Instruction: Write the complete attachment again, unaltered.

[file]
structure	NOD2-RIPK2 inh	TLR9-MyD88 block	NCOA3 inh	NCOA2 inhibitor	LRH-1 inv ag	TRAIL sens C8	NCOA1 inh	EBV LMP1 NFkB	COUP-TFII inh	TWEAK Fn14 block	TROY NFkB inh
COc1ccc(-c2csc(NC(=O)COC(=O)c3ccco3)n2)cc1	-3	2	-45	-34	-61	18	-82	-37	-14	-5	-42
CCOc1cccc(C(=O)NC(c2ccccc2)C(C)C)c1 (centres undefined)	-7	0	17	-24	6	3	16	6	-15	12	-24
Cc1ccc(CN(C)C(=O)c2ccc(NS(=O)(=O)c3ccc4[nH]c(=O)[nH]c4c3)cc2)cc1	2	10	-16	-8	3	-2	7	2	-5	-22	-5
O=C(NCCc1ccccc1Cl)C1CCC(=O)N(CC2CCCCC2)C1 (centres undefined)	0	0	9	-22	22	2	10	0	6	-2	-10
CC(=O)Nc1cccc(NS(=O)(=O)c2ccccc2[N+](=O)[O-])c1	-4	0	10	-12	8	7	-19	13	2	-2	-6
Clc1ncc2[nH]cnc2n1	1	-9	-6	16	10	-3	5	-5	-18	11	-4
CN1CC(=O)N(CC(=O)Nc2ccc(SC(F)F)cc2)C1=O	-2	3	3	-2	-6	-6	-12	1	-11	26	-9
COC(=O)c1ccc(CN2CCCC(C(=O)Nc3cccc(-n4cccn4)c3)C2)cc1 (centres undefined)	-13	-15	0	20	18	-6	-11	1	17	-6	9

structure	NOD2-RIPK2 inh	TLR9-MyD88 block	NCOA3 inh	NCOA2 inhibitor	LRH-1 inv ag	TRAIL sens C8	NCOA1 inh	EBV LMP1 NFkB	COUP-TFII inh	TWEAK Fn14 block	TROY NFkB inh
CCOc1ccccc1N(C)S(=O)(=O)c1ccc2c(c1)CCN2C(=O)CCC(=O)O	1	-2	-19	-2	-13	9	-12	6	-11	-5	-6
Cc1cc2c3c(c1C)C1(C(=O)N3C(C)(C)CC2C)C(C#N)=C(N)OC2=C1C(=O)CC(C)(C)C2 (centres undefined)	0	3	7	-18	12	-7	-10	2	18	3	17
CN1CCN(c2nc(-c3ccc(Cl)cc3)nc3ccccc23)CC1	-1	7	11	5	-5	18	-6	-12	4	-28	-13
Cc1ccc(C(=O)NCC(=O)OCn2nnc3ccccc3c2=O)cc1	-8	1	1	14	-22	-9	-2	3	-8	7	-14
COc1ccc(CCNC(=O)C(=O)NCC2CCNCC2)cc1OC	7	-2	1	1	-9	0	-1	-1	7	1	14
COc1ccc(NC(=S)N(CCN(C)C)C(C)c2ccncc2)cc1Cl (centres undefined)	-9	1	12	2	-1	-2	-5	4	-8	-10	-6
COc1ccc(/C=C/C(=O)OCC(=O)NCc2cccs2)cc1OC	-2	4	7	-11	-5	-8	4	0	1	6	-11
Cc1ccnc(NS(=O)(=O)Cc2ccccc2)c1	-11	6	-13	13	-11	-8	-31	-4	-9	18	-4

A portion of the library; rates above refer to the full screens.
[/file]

structure	NOD2-RIPK2 inh	TLR9-MyD88 block	NCOA3 inh	NCOA2 inhibitor	LRH-1 inv ag	TRAIL sens C8	NCOA1 inh	EBV LMP1 NFkB	COUP-TFII inh	TWEAK Fn14 block	TROY NFkB inh
COc1ccc(-c2csc(NC(=O)COC(=O)c3ccco3)n2)cc1	-3	2	-45	-34	-61	18	-82	-37	-14	-5	-42
CCOc1cccc(C(=O)NC(c2ccccc2)C(C)C)c1 (centres undefined)	-7	0	17	-24	6	3	16	6	-15	12	-24
Cc1ccc(CN(C)C(=O)c2ccc(NS(=O)(=O)c3ccc4[nH]c(=O)[nH]c4c3)cc2)cc1	2	10	-16	-8	3	-2	7	2	-5	-22	-5
O=C(NCCc1ccccc1Cl)C1CCC(=O)N(CC2CCCCC2)C1 (centres undefined)	0	0	9	-22	22	2	10	0	6	-2	-10
CC(=O)Nc1cccc(NS(=O)(=O)c2ccccc2[N+](=O)[O-])c1	-4	0	10	-12	8	7	-19	13	2	-2	-6
Clc1ncc2[nH]cnc2n1	1	-9	-6	16	10	-3	5	-5	-18	11	-4
CN1CC(=O)N(CC(=O)Nc2ccc(SC(F)F)cc2)C1=O	-2	3	3	-2	-6	-6	-12	1	-11	26	-9
COC(=O)c1ccc(CN2CCCC(C(=O)Nc3cccc(-n4cccn4)c3)C2)cc1 (centres undefined)	-13	-15	0	20	18	-6	-11	1	17	-6	9

structure	NOD2-RIPK2 inh	TLR9-MyD88 block	NCOA3 inh	NCOA2 inhibitor	LRH-1 inv ag	TRAIL sens C8	NCOA1 inh	EBV LMP1 NFkB	COUP-TFII inh	TWEAK Fn14 block	TROY NFkB inh
CCOc1ccccc1N(C)S(=O)(=O)c1ccc2c(c1)CCN2C(=O)CCC(=O)O	1	-2	-19	-2	-13	9	-12	6	-11	-5	-6
Cc1cc2c3c(c1C)C1(C(=O)N3C(C)(C)CC2C)C(C#N)=C(N)OC2=C1C(=O)CC(C)(C)C2 (centres undefined)	0	3	7	-18	12	-7	-10	2	18	3	17
CN1CCN(c2nc(-c3ccc(Cl)cc3)nc3ccccc23)CC1	-1	7	11	5	-5	18	-6	-12	4	-28	-13
Cc1ccc(C(=O)NCC(=O)OCn2nnc3ccccc3c2=O)cc1	-8	1	1	14	-22	-9	-2	3	-8	7	-14
COc1ccc(CCNC(=O)C(=O)NCC2CCNCC2)cc1OC	7	-2	1	1	-9	0	-1	-1	7	1	14
COc1ccc(NC(=S)N(CCN(C)C)C(C)c2ccncc2)cc1Cl (centres undefined)	-9	1	12	2	-1	-2	-5	4	-8	-10	-6
COc1ccc(/C=C/C(=O)OCC(=O)NCc2cccs2)cc1OC	-2	4	7	-11	-5	-8	4	0	1	6	-11
Cc1ccnc(NS(=O)(=O)Cc2ccccc2)c1	-11	6	-13	13	-11	-8	-31	-4	-9	18	-4

A portion of the library; rates above refer to the full screens.